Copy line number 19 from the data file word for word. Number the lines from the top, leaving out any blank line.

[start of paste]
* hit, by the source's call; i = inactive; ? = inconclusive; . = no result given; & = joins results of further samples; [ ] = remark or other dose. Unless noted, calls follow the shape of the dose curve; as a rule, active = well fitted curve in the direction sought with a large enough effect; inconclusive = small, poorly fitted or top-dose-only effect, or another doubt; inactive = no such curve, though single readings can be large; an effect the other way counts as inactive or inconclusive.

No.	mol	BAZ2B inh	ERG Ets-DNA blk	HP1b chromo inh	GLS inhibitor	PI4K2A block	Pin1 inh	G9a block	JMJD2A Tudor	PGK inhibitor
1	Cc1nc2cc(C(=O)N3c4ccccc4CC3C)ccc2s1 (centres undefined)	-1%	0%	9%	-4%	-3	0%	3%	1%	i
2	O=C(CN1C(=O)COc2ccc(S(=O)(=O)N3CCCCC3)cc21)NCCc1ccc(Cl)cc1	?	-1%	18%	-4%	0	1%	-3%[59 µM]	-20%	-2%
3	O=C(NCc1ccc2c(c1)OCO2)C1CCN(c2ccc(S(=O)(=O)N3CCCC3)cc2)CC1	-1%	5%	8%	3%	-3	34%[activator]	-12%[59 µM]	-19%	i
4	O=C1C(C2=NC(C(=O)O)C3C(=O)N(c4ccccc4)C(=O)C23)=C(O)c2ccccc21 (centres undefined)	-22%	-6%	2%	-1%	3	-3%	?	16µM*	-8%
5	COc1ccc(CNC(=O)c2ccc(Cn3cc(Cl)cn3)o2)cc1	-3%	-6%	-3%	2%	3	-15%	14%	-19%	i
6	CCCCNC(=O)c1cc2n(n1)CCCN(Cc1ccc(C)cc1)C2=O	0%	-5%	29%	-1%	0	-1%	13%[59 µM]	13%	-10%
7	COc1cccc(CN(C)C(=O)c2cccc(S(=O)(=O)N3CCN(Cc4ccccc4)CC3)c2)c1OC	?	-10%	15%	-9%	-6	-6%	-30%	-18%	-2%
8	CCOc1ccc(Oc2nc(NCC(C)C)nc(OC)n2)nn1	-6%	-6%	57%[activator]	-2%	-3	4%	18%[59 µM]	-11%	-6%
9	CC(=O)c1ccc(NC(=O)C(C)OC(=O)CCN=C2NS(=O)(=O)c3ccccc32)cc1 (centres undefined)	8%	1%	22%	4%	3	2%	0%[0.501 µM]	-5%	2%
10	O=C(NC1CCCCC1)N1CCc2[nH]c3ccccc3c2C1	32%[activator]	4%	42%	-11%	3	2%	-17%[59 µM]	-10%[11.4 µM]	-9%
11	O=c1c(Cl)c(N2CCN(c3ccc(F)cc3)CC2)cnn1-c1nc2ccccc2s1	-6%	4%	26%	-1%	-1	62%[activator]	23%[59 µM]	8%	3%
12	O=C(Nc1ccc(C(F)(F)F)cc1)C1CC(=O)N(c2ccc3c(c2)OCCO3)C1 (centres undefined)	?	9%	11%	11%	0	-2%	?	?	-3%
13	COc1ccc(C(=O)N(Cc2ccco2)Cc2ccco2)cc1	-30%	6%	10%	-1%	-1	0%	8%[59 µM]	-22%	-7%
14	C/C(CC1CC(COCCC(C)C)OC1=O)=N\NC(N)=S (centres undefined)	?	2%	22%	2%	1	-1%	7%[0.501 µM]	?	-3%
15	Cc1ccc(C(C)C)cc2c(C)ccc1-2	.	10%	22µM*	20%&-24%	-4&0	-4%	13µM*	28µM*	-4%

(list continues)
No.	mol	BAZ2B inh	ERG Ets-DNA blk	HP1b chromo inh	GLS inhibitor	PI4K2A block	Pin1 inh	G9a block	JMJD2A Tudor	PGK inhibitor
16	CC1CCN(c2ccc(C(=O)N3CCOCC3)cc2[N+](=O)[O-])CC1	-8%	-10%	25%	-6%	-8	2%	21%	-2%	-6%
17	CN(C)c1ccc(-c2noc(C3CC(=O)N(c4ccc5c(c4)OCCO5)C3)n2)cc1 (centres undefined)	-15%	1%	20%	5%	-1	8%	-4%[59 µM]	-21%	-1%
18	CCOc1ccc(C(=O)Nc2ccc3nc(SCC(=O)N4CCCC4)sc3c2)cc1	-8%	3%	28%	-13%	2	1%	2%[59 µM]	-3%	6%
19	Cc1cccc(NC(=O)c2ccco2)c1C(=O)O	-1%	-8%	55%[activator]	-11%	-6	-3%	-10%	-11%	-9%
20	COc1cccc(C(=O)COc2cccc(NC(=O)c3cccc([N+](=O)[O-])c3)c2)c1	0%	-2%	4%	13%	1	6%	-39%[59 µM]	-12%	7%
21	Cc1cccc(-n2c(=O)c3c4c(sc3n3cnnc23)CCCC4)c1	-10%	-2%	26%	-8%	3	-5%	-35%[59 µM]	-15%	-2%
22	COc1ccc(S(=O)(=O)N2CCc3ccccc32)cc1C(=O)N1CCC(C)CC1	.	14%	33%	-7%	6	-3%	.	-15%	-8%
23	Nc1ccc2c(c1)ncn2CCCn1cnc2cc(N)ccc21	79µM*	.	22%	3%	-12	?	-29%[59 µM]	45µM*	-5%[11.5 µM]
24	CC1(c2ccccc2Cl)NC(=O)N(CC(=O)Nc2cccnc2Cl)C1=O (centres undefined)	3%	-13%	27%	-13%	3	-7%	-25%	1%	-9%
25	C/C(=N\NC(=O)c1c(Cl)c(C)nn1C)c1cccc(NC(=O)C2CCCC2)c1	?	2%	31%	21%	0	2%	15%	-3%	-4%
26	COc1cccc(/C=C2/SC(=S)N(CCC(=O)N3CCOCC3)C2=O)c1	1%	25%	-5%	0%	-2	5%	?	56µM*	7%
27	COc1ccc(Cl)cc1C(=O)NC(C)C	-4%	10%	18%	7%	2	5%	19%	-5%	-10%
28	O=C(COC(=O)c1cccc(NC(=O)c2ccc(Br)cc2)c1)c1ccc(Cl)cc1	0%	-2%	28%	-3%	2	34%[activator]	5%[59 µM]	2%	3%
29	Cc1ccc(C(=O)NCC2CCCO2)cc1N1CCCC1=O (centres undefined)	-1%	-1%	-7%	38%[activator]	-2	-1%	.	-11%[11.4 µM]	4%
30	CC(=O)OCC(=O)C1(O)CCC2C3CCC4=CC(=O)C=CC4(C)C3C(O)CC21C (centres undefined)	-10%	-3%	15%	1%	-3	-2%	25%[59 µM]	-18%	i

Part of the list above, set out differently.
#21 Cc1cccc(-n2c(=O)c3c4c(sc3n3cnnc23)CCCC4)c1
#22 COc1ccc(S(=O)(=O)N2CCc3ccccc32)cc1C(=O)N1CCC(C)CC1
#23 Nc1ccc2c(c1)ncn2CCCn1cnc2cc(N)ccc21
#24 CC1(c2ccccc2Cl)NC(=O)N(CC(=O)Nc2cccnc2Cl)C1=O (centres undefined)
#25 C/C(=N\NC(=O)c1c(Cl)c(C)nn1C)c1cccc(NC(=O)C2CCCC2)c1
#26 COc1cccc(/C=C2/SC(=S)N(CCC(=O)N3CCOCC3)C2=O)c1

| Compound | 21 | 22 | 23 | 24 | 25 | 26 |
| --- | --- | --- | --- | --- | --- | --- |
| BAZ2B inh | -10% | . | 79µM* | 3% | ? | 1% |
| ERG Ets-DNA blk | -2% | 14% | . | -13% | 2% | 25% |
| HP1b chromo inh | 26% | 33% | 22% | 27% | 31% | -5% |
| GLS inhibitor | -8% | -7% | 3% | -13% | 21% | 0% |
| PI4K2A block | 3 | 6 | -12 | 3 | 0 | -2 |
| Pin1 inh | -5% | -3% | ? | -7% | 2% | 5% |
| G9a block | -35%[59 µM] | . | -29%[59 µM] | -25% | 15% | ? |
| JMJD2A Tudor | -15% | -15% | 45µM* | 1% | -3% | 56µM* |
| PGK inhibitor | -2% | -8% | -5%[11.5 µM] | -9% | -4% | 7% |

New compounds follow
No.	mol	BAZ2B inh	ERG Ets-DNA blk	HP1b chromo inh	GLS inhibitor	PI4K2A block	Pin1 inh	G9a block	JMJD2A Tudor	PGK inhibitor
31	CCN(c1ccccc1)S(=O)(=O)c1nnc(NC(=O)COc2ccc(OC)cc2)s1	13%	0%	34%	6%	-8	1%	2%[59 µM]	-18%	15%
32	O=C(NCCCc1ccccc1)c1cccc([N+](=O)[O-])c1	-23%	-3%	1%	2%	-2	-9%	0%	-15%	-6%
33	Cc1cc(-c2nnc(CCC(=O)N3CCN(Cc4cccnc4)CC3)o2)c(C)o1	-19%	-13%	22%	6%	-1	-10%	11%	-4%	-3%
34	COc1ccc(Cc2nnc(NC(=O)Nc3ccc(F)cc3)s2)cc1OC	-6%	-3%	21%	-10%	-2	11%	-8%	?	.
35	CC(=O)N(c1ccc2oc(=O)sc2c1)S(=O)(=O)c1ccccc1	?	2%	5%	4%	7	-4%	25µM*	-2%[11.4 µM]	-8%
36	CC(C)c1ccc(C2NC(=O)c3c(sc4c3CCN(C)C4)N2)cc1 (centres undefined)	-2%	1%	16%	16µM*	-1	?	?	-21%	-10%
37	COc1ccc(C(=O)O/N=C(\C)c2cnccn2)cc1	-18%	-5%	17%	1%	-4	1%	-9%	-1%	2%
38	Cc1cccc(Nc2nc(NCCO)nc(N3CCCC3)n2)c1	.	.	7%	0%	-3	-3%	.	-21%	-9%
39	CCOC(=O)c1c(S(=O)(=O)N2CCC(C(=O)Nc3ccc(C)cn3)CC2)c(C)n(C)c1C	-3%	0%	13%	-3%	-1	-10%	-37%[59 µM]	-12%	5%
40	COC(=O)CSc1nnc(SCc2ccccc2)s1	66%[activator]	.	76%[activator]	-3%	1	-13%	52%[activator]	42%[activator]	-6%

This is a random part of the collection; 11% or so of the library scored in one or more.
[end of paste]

No.	mol	BAZ2B inh	ERG Ets-DNA blk	HP1b chromo inh	GLS inhibitor	PI4K2A block	Pin1 inh	G9a block	JMJD2A Tudor	PGK inhibitor